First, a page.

Keep in mind it is important to get it all set up within four months of your start date. If your application is filed more than four months after you start, you won’t get the full benefit. You miss some months.
The fine print
The 30% ruling is for specific employment cases and particular skills, and there are conditions that must be met.
- The employer and the employee both have to agree to use this facility;
- The employee must be recruited from abroad by a Dutch or foreign employer who is registered as Dutch payroll agent;
- The person must have special expertise. This is determined to be the case based on a certain salary level (a high salary level is an indication of expertise);
- The 150 km condition: the applicant has to have lived more than 150 kilometers from the Dutch border for at least sixteen of the twenty-four months before the employment agreement starts.
Important to be aware of going forward:
- You can take it with you. If you change jobs and already have the 30% ruling, you can take it with you, provided you get a job within three months. If you change employers (i.e., you join another company), it’s your new employer who notifies the tax authority. (Payingit International does this for our clients. Keep them informed!);
- Time limit: The ruling is granted for a maximum of eight years. It can be less if you have worked in the Netherlands previously or spent any time in the Netherlands;
- The salary norm: During those eight years, you must continue to meet the salary norm. If you earn less than the 30% ruling requires, you lose it backdated to 1 January of that year. If the employment agreement ends during a calendar year, the salary norm can be prorated accordingly.
Really small print!
It you do not get the 30% ruling per the primary employment due to a too low salary, you will not be able to repair that. If you are granted the 30% ruling you can however loose it, so it’s important to make sure your salary level does not fall below the norm. Even if you meet the salary norm again later, the 30% ruling cannot be applied to you again. So, if not obtained from the start or once lost, never obtained. Unless you leave the Netherlands and return at some point whilst meeting all conditions.
There are two salary levels; they are based on your age. They are adjusted every year by the tax authority. In the below example we explain how the salary needs to be determined.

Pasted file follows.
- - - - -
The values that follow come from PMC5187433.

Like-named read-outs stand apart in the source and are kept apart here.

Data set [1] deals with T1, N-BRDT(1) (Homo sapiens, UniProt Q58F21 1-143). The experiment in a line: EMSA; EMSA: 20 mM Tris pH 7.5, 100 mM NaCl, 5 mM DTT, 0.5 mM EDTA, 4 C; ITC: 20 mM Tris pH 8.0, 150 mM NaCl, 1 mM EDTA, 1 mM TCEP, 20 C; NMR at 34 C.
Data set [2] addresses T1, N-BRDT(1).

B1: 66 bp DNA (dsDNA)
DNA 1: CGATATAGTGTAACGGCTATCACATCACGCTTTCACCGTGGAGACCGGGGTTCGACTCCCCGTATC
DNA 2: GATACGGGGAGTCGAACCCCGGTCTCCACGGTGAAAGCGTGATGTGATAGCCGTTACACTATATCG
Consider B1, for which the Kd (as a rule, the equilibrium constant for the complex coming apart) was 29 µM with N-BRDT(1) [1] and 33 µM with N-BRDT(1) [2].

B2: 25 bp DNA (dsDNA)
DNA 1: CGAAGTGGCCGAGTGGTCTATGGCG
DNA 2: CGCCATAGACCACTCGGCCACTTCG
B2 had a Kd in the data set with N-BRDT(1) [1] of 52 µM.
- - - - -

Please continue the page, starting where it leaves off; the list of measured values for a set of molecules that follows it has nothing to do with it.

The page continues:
In this example, someone with a gross salary of EUR 4.500,00 plus a monthly payment of their holiday allowance and a pension withholding.
With the 30% ruling the fiscal salary would become EUR 3.348,18 (70% * EUR 4.783,11)
In that case the fiscal salary for a year would become EUR 40.178,16 which is above the determined threshold of EUR 37.000,00 on a yearly base for someone above the 30 years of age.
In case you are under the 30 years of age the determined threshold is EUR 28.125,00. To earn the required salary for the 30% ruling we have calculated the minimum gross salaries you need to earn (with and without the 8% holiday allowance). The actual salary requirements can be found on our website.
If your salary is exactly the salary that is the minimum required, we advise you to discuss this thoroughly with your payroll administrator to make sure it will be processed correctly. You don’t want to fall below the level inadvertently.
If an expat earns salary income in other countries in addition to the Netherlands, the base salary for the 30% ruling will be the total (worldwide) employment income.
The 30% ruling makes a real difference for an employee and their employer. Because of the sensitive nature of payroll and tax issues and the many details of this tax facility, we always recommend checking eligibility with a specialist. Any doubt is the best reason to contact us. Contact us without any hesitation! We would be glad to help. You can reach me directly at +31 20 225 2520.
Use our Dutch payroll calculator to check your take-home amount Finally! You have found your…Read article
Changing jobs as a knowledge migrant in the Netherlands Thinking of changing jobs? It happens…Read article